ProTip Tuesday #7: The F-Pattern Rules

This week’s ProTip is brought to you by the letter F! Yay!
There are always 1000 ways we can design a website. One major factor that makes a layout easy to use is how well you use the F-Pattern.


If my memory serves me correctly Jakob Nielsen coined the term “F-Pattern”, based on eye-tracking studies. It is the pattern that people’s eyes follow when they are reading or scanning a column of content.

(ProTip Tuesdays are a weekly series of simple, practical UX tips that you can share with your non-UX colleagues. Come back next week for another one!)

How the F-Pattern Works

The first thing a user will look at is the biggest, highest contrast piece of text. We usually call that a title (although the logo can play this role sometimes). Make sure you have one, because when the user reads the title or the first item in a list, from left-to-right, it is the top of the F.

Then the user will scan down the left side of the content block until the next piece of text that catches their eye. Then they read it left-to-right. That is the middle of the F. And so on.

This pattern is repeated over and over. This is why in a horizontal menu (or a set of tabs) the popularity of clicks is usually from left to right. The 5th option is only seen by people who have not clicked option 1, 2, 3 or 4.

So why does this matter?

When we create a layout we usually think of the text as a box, or a block. But we should think of it as a line or an edge. A vertical edge down the left side of the text. Look at any layout and find the main edges created by the text; even this post has an F-Pattern!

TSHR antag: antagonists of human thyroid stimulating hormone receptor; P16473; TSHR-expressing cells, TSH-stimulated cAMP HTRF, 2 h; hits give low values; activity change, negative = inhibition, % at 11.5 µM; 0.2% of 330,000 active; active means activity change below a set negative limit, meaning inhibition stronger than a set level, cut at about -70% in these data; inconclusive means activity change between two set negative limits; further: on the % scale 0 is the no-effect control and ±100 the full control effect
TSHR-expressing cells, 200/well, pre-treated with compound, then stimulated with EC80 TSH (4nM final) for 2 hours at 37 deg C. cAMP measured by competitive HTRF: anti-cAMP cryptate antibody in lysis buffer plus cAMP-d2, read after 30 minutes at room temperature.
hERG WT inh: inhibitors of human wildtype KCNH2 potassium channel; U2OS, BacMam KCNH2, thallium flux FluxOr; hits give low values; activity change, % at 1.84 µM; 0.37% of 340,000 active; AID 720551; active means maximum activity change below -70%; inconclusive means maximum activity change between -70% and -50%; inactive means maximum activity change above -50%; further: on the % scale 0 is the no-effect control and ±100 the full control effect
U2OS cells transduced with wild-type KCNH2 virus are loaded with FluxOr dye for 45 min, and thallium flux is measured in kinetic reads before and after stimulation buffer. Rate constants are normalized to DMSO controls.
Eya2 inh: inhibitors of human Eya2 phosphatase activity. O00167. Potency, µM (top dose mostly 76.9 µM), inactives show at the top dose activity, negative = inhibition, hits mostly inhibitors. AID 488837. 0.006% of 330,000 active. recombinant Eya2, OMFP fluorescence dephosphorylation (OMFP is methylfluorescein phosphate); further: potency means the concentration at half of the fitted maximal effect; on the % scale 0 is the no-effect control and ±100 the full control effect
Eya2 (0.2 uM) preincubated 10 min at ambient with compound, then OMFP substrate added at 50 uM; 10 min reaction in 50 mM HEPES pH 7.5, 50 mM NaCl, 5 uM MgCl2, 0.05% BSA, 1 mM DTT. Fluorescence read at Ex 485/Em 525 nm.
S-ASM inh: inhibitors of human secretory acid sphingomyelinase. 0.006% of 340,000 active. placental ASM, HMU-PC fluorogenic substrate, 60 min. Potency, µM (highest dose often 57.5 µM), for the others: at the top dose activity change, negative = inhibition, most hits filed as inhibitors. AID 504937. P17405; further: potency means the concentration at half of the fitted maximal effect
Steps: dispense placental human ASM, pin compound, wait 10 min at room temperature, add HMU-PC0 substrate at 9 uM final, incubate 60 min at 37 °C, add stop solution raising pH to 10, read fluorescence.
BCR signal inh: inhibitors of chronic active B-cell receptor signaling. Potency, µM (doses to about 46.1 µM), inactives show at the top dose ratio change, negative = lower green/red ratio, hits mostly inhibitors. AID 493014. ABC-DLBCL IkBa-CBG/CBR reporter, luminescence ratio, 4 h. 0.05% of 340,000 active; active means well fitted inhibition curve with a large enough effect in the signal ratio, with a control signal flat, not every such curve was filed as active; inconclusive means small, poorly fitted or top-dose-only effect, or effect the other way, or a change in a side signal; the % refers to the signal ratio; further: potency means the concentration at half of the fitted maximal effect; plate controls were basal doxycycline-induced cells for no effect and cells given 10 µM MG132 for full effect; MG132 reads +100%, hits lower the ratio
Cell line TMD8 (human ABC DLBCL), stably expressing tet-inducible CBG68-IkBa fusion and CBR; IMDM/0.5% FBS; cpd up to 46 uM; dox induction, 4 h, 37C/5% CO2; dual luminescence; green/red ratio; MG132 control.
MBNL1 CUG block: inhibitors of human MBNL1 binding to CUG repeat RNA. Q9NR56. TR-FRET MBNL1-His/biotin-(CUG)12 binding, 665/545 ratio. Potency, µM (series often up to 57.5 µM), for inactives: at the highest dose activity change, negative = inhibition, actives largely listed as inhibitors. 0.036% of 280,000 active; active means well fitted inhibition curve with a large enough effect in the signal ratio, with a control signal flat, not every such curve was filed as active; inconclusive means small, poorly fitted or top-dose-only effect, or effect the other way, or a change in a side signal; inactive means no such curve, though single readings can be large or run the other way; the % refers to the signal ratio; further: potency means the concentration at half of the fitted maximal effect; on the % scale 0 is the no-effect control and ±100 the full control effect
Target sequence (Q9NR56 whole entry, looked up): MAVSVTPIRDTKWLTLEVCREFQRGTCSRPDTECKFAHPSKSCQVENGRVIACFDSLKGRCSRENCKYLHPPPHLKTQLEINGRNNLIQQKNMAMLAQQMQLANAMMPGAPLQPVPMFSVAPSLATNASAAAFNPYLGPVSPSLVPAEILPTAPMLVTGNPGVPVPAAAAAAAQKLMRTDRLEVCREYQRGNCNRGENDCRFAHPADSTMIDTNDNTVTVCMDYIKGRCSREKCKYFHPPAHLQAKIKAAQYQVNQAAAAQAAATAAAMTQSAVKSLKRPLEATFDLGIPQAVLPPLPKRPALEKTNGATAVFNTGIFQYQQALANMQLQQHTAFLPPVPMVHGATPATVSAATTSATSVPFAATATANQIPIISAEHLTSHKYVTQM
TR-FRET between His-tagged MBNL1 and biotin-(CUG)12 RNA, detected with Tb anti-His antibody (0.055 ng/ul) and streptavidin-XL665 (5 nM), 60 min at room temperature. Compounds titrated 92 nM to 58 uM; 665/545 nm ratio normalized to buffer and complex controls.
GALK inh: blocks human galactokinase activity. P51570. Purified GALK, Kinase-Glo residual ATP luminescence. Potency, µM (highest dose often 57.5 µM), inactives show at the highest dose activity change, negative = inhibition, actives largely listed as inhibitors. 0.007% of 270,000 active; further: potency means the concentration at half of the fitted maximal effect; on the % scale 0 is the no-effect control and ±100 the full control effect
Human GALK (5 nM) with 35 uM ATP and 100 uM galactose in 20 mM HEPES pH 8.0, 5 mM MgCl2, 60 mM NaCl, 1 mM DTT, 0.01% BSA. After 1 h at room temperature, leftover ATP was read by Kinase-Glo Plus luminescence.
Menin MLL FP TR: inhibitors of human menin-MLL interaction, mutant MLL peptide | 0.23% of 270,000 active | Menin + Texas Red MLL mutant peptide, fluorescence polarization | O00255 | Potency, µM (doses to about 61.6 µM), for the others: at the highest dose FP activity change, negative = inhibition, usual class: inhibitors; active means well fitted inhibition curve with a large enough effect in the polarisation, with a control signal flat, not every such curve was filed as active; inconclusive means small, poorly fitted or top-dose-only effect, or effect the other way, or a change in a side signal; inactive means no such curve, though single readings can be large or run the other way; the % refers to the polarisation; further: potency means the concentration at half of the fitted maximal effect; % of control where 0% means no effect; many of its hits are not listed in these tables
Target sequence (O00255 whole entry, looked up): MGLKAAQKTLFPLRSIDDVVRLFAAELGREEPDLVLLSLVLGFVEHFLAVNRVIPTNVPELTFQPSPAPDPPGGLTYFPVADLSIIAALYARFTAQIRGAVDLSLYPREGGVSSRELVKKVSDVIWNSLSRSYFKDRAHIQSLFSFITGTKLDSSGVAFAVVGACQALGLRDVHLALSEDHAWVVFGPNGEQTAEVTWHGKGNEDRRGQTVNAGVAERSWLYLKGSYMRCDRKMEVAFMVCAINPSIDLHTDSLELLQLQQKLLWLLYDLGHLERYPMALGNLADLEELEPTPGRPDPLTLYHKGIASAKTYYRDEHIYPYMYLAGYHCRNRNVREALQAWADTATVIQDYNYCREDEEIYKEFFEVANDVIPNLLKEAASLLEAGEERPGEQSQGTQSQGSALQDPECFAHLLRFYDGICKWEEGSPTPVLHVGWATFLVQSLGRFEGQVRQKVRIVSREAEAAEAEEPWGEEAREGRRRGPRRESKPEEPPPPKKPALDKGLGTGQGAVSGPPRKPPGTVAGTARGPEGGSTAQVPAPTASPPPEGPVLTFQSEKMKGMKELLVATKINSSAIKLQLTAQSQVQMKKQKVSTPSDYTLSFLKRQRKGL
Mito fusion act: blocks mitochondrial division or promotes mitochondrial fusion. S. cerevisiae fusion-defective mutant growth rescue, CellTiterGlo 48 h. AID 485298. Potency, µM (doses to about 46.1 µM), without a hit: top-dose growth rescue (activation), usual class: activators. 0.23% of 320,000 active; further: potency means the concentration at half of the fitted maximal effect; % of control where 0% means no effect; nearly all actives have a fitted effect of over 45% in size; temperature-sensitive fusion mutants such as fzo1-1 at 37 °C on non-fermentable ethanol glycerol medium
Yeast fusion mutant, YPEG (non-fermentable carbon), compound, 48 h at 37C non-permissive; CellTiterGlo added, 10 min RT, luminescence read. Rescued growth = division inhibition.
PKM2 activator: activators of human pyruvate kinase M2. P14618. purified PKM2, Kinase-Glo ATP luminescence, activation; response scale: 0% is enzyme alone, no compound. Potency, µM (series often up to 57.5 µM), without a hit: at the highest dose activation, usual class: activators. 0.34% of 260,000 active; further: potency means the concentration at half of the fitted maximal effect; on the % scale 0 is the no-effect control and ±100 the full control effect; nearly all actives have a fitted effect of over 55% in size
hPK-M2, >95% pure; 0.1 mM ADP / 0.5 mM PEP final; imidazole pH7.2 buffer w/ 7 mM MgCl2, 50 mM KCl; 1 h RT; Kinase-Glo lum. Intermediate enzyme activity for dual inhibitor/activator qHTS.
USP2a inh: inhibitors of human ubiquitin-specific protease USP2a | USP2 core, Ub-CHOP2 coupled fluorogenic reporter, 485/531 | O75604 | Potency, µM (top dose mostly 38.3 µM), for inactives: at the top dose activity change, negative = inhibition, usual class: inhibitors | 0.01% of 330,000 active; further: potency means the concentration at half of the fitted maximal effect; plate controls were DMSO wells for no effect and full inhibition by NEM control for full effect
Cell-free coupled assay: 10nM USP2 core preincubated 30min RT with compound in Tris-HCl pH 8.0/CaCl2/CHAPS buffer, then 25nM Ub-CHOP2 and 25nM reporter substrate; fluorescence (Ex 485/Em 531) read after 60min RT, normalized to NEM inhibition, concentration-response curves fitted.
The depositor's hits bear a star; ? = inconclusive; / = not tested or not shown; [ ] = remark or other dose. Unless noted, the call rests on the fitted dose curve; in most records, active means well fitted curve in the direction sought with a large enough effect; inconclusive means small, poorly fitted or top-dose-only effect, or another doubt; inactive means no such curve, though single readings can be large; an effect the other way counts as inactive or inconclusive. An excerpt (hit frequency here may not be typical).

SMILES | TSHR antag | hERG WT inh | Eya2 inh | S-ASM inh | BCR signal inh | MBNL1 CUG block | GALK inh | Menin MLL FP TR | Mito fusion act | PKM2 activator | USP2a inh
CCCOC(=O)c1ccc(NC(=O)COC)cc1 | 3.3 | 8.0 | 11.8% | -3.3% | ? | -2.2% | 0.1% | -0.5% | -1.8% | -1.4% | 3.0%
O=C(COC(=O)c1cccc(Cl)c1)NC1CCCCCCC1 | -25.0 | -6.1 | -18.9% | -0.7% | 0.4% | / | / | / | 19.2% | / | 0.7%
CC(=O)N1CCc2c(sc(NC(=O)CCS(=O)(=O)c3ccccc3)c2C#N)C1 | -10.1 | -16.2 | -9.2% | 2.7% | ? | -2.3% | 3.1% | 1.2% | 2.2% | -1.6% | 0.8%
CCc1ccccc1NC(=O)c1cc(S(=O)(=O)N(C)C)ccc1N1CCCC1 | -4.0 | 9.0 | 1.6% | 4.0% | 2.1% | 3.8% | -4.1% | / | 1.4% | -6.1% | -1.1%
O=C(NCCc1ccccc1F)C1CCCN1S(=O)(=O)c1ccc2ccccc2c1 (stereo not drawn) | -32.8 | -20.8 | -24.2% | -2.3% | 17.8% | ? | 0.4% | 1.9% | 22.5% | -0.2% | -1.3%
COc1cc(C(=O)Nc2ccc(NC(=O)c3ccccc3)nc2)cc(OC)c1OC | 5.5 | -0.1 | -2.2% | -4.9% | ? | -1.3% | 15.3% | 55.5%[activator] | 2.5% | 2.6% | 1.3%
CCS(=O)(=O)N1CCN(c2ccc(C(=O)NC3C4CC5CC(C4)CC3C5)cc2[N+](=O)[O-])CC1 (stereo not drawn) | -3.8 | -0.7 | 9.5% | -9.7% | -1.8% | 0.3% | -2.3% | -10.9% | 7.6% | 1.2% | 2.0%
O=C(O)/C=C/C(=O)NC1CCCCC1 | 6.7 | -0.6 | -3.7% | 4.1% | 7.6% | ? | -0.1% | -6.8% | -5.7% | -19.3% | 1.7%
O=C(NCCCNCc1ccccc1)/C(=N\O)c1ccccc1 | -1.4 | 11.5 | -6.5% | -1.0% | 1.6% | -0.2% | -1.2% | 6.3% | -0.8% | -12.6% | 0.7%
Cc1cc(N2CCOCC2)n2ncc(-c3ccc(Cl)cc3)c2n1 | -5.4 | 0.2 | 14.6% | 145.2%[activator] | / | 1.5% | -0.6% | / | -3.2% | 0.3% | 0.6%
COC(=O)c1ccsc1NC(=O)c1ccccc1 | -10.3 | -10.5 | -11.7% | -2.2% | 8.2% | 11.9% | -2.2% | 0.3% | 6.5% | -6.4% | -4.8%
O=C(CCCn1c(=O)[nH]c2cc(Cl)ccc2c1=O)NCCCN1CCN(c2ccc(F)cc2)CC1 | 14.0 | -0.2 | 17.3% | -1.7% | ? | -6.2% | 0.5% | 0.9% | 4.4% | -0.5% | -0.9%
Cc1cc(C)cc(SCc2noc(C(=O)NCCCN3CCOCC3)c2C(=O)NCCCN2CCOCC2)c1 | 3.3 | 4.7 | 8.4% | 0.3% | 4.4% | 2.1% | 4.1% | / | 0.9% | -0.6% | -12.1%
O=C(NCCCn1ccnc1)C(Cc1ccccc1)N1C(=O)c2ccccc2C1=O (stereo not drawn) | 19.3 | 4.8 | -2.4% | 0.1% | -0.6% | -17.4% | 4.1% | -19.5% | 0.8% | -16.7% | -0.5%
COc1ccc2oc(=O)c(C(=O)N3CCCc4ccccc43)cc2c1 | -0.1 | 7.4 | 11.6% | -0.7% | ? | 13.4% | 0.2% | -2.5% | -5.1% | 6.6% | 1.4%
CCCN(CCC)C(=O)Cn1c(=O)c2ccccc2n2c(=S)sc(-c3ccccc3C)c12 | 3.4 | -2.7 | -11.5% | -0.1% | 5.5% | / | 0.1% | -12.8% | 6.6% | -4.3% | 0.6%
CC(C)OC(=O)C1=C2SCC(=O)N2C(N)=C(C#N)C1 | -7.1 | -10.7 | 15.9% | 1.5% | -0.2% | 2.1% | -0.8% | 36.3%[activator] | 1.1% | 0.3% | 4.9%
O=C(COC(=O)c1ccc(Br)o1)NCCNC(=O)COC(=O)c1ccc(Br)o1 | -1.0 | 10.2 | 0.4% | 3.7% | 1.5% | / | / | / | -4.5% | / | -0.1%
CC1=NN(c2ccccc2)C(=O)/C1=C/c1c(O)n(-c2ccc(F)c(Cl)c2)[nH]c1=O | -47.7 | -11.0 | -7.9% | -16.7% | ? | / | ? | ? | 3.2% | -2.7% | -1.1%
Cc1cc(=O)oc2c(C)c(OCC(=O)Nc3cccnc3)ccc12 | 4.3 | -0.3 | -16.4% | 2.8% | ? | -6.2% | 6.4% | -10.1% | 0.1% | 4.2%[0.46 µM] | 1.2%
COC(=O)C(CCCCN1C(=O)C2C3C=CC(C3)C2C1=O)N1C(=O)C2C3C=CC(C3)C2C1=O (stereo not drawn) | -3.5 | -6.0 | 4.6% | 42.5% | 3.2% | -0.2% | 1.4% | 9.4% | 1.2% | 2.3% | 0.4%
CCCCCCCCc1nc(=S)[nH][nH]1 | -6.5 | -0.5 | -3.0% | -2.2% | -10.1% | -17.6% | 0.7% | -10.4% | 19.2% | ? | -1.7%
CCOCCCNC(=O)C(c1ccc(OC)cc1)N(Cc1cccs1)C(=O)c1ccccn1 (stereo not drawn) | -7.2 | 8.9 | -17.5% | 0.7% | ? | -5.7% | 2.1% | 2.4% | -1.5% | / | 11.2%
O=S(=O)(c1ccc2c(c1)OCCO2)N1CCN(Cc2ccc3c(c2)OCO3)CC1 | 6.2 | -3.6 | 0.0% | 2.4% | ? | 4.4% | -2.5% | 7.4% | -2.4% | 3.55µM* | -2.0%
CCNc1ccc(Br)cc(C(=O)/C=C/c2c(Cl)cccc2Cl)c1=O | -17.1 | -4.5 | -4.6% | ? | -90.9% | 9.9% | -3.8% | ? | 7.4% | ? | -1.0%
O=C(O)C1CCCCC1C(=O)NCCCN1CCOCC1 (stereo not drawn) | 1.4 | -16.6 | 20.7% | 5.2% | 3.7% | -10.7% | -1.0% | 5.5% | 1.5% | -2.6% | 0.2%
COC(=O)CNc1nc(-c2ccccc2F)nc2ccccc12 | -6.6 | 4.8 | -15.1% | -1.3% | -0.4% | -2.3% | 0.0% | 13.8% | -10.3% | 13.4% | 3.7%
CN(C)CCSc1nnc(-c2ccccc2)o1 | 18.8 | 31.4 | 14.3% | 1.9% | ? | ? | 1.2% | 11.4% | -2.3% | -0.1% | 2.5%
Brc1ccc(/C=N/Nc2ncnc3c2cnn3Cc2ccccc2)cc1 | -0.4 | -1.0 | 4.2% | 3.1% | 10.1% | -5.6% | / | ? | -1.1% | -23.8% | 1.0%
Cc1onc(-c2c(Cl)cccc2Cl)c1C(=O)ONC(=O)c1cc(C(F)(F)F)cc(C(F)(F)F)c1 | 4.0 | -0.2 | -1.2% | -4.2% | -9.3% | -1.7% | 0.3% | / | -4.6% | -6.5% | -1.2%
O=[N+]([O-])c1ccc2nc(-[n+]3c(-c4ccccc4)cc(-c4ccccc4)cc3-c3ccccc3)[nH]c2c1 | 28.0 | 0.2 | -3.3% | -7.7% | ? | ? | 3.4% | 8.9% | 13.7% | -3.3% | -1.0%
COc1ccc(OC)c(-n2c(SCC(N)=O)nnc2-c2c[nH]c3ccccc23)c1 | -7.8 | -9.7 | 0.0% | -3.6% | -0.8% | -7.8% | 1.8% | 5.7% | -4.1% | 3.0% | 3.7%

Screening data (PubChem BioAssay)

When we put things like buttons and icons on that line they get noticed more often. When we put them away from that line they might be missed. The closer they are to the line, the more noticeable they will be.

So should we put everything on the line? Hell no! Only the important stuff. Put the important items on the left of a menu. Put the Call-to-Action button on the line, under the text. Etc.

We should also try to create those types of lines in our layouts to keep the user moving down the page. Fewer lines also means more focus, and every time a user has to jump to another line we interrupt their experience, even if it’s just for a microsecond.

Exception to the Rule:
I want to point out that the key point is not “put things on the left”. The key point is put things on the line if you want them to be noticed. If you right-align everything it is on the right. If you center-align everything, the line is in the middle, but our left-to-right reading habit can fight against you, so be careful.

If you make columns of text, every column has a line. If your content is in boxes or groups, each box or group may have a line. Pinterest, for example, is scanned as little F’s all over the page (starting with each image). Not one big F.

For more examples of F-Patterns, check out my eye tracking board on Pinterest.

An F-Pattern-friendly design makes people say that it has “clean lines”. A design with a lot of F’s looks more random and jumbled. Make the lines point to your important design elements if you want the user to see them.

And that is why the F Pattern rules.

Have a great week!


If you liked this ProTip, try ProTip Tuesday #8: What Isn’t A Wireframe?

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